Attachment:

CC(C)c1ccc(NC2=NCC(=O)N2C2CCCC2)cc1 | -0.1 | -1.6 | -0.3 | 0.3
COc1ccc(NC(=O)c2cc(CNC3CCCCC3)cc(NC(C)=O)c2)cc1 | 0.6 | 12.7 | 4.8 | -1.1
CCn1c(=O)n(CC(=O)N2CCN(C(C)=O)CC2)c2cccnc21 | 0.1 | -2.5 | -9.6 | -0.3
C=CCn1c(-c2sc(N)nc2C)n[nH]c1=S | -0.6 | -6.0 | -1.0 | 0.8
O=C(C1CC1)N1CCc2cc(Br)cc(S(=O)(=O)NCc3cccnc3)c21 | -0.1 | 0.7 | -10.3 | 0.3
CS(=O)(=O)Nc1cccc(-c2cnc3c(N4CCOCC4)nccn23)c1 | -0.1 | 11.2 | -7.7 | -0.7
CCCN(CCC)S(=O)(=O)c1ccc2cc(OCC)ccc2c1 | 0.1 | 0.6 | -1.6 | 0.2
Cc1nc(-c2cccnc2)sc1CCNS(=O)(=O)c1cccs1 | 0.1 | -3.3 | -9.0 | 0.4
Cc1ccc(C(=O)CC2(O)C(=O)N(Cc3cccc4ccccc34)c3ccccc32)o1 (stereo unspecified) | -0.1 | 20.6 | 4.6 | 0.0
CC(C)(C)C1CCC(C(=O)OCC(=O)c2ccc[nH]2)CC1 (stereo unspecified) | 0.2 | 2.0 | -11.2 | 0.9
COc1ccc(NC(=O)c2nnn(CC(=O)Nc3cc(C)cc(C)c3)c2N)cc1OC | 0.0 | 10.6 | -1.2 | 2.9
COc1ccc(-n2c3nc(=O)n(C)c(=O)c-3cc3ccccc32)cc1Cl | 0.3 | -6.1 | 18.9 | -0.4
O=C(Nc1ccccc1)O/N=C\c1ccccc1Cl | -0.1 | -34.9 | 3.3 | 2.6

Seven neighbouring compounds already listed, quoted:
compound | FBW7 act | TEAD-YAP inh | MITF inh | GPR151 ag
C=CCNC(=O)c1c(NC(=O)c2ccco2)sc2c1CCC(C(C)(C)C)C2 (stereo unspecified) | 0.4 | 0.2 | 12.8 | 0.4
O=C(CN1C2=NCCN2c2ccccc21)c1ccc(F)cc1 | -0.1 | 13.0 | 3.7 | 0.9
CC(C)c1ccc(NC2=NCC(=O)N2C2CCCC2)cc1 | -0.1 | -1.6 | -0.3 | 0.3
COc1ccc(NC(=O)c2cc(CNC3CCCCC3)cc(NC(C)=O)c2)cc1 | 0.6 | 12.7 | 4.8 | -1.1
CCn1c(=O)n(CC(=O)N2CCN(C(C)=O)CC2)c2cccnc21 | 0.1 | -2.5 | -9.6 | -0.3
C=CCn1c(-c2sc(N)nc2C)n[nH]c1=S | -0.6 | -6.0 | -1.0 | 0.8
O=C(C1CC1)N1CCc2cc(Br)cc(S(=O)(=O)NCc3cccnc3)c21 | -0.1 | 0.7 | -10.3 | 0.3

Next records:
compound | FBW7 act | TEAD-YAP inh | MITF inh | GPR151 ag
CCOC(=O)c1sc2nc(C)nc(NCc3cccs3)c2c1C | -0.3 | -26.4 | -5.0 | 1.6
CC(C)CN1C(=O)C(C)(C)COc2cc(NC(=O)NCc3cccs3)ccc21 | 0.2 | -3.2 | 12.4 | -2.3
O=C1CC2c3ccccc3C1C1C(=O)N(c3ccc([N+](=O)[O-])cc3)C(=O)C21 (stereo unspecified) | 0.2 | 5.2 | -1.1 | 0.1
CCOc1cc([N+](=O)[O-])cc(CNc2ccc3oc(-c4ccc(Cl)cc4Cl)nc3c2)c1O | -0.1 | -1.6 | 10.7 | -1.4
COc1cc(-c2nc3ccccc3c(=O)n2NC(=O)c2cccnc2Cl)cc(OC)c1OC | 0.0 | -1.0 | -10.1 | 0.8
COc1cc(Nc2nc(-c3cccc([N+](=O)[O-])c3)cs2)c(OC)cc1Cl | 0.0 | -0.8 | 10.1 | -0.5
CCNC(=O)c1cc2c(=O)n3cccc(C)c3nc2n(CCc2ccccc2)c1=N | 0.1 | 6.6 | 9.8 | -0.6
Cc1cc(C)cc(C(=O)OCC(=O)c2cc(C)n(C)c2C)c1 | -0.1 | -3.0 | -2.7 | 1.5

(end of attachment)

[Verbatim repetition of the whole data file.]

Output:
CC(C)c1ccc(NC2=NCC(=O)N2C2CCCC2)cc1 | -0.1 | -1.6 | -0.3 | 0.3
COc1ccc(NC(=O)c2cc(CNC3CCCCC3)cc(NC(C)=O)c2)cc1 | 0.6 | 12.7 | 4.8 | -1.1
CCn1c(=O)n(CC(=O)N2CCN(C(C)=O)CC2)c2cccnc21 | 0.1 | -2.5 | -9.6 | -0.3
C=CCn1c(-c2sc(N)nc2C)n[nH]c1=S | -0.6 | -6.0 | -1.0 | 0.8
O=C(C1CC1)N1CCc2cc(Br)cc(S(=O)(=O)NCc3cccnc3)c21 | -0.1 | 0.7 | -10.3 | 0.3
CS(=O)(=O)Nc1cccc(-c2cnc3c(N4CCOCC4)nccn23)c1 | -0.1 | 11.2 | -7.7 | -0.7
CCCN(CCC)S(=O)(=O)c1ccc2cc(OCC)ccc2c1 | 0.1 | 0.6 | -1.6 | 0.2
Cc1nc(-c2cccnc2)sc1CCNS(=O)(=O)c1cccs1 | 0.1 | -3.3 | -9.0 | 0.4
Cc1ccc(C(=O)CC2(O)C(=O)N(Cc3cccc4ccccc34)c3ccccc32)o1 (stereo unspecified) | -0.1 | 20.6 | 4.6 | 0.0
CC(C)(C)C1CCC(C(=O)OCC(=O)c2ccc[nH]2)CC1 (stereo unspecified) | 0.2 | 2.0 | -11.2 | 0.9
COc1ccc(NC(=O)c2nnn(CC(=O)Nc3cc(C)cc(C)c3)c2N)cc1OC | 0.0 | 10.6 | -1.2 | 2.9
COc1ccc(-n2c3nc(=O)n(C)c(=O)c-3cc3ccccc32)cc1Cl | 0.3 | -6.1 | 18.9 | -0.4
O=C(Nc1ccccc1)O/N=C\c1ccccc1Cl | -0.1 | -34.9 | 3.3 | 2.6

Seven neighbouring compounds already listed, quoted:
compound | FBW7 act | TEAD-YAP inh | MITF inh | GPR151 ag
C=CCNC(=O)c1c(NC(=O)c2ccco2)sc2c1CCC(C(C)(C)C)C2 (stereo unspecified) | 0.4 | 0.2 | 12.8 | 0.4
O=C(CN1C2=NCCN2c2ccccc21)c1ccc(F)cc1 | -0.1 | 13.0 | 3.7 | 0.9
CC(C)c1ccc(NC2=NCC(=O)N2C2CCCC2)cc1 | -0.1 | -1.6 | -0.3 | 0.3
COc1ccc(NC(=O)c2cc(CNC3CCCCC3)cc(NC(C)=O)c2)cc1 | 0.6 | 12.7 | 4.8 | -1.1
CCn1c(=O)n(CC(=O)N2CCN(C(C)=O)CC2)c2cccnc21 | 0.1 | -2.5 | -9.6 | -0.3
C=CCn1c(-c2sc(N)nc2C)n[nH]c1=S | -0.6 | -6.0 | -1.0 | 0.8
O=C(C1CC1)N1CCc2cc(Br)cc(S(=O)(=O)NCc3cccnc3)c21 | -0.1 | 0.7 | -10.3 | 0.3

Next records:
compound | FBW7 act | TEAD-YAP inh | MITF inh | GPR151 ag
CCOC(=O)c1sc2nc(C)nc(NCc3cccs3)c2c1C | -0.3 | -26.4 | -5.0 | 1.6
CC(C)CN1C(=O)C(C)(C)COc2cc(NC(=O)NCc3cccs3)ccc21 | 0.2 | -3.2 | 12.4 | -2.3
O=C1CC2c3ccccc3C1C1C(=O)N(c3ccc([N+](=O)[O-])cc3)C(=O)C21 (stereo unspecified) | 0.2 | 5.2 | -1.1 | 0.1
CCOc1cc([N+](=O)[O-])cc(CNc2ccc3oc(-c4ccc(Cl)cc4Cl)nc3c2)c1O | -0.1 | -1.6 | 10.7 | -1.4
COc1cc(-c2nc3ccccc3c(=O)n2NC(=O)c2cccnc2Cl)cc(OC)c1OC | 0.0 | -1.0 | -10.1 | 0.8
COc1cc(Nc2nc(-c3cccc([N+](=O)[O-])c3)cs2)c(OC)cc1Cl | 0.0 | -0.8 | 10.1 | -0.5
CCNC(=O)c1cc2c(=O)n3cccc(C)c3nc2n(CCc2ccccc2)c1=N | 0.1 | 6.6 | 9.8 | -0.6
Cc1cc(C)cc(C(=O)OCC(=O)c2cc(C)n(C)c2C)c1 | -0.1 | -3.0 | -2.7 | 1.5